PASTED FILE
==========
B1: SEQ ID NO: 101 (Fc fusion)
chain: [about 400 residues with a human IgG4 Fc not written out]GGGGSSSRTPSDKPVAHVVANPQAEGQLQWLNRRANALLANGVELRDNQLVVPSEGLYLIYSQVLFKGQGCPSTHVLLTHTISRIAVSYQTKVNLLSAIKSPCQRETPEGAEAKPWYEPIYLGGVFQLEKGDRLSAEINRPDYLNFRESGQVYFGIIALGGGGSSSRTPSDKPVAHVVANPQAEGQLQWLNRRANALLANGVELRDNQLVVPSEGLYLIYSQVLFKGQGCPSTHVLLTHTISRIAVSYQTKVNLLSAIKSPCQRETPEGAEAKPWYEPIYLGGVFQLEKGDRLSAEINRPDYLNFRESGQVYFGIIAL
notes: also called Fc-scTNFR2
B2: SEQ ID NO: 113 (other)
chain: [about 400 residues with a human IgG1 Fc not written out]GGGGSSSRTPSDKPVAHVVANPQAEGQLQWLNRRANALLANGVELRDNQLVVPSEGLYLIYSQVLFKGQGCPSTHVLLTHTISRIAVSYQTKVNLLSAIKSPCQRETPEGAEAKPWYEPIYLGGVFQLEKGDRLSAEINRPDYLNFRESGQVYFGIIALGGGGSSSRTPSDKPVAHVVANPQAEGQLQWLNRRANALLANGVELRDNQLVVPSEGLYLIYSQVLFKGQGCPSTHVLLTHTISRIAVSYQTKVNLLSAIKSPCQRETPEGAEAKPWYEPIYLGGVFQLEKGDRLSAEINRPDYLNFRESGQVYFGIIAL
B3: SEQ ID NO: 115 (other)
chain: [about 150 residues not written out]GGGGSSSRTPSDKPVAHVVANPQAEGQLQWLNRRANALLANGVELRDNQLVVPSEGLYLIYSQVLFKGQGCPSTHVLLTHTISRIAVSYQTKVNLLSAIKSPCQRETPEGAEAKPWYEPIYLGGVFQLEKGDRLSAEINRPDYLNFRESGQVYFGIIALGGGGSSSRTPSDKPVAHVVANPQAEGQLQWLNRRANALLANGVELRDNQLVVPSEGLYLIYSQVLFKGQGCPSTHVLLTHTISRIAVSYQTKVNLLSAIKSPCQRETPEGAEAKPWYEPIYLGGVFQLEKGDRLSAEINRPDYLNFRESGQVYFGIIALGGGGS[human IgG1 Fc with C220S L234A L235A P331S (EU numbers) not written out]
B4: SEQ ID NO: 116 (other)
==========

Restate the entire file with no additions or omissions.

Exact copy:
B1: SEQ ID NO: 101 (Fc fusion)
chain: [about 400 residues with a human IgG4 Fc not written out]GGGGSSSRTPSDKPVAHVVANPQAEGQLQWLNRRANALLANGVELRDNQLVVPSEGLYLIYSQVLFKGQGCPSTHVLLTHTISRIAVSYQTKVNLLSAIKSPCQRETPEGAEAKPWYEPIYLGGVFQLEKGDRLSAEINRPDYLNFRESGQVYFGIIALGGGGSSSRTPSDKPVAHVVANPQAEGQLQWLNRRANALLANGVELRDNQLVVPSEGLYLIYSQVLFKGQGCPSTHVLLTHTISRIAVSYQTKVNLLSAIKSPCQRETPEGAEAKPWYEPIYLGGVFQLEKGDRLSAEINRPDYLNFRESGQVYFGIIAL
notes: also called Fc-scTNFR2
B2: SEQ ID NO: 113 (other)
chain: [about 400 residues with a human IgG1 Fc not written out]GGGGSSSRTPSDKPVAHVVANPQAEGQLQWLNRRANALLANGVELRDNQLVVPSEGLYLIYSQVLFKGQGCPSTHVLLTHTISRIAVSYQTKVNLLSAIKSPCQRETPEGAEAKPWYEPIYLGGVFQLEKGDRLSAEINRPDYLNFRESGQVYFGIIALGGGGSSSRTPSDKPVAHVVANPQAEGQLQWLNRRANALLANGVELRDNQLVVPSEGLYLIYSQVLFKGQGCPSTHVLLTHTISRIAVSYQTKVNLLSAIKSPCQRETPEGAEAKPWYEPIYLGGVFQLEKGDRLSAEINRPDYLNFRESGQVYFGIIAL
B3: SEQ ID NO: 115 (other)
chain: [about 150 residues not written out]GGGGSSSRTPSDKPVAHVVANPQAEGQLQWLNRRANALLANGVELRDNQLVVPSEGLYLIYSQVLFKGQGCPSTHVLLTHTISRIAVSYQTKVNLLSAIKSPCQRETPEGAEAKPWYEPIYLGGVFQLEKGDRLSAEINRPDYLNFRESGQVYFGIIALGGGGSSSRTPSDKPVAHVVANPQAEGQLQWLNRRANALLANGVELRDNQLVVPSEGLYLIYSQVLFKGQGCPSTHVLLTHTISRIAVSYQTKVNLLSAIKSPCQRETPEGAEAKPWYEPIYLGGVFQLEKGDRLSAEINRPDYLNFRESGQVYFGIIALGGGGS[human IgG1 Fc with C220S L234A L235A P331S (EU numbers) not written out]
B4: SEQ ID NO: 116 (other)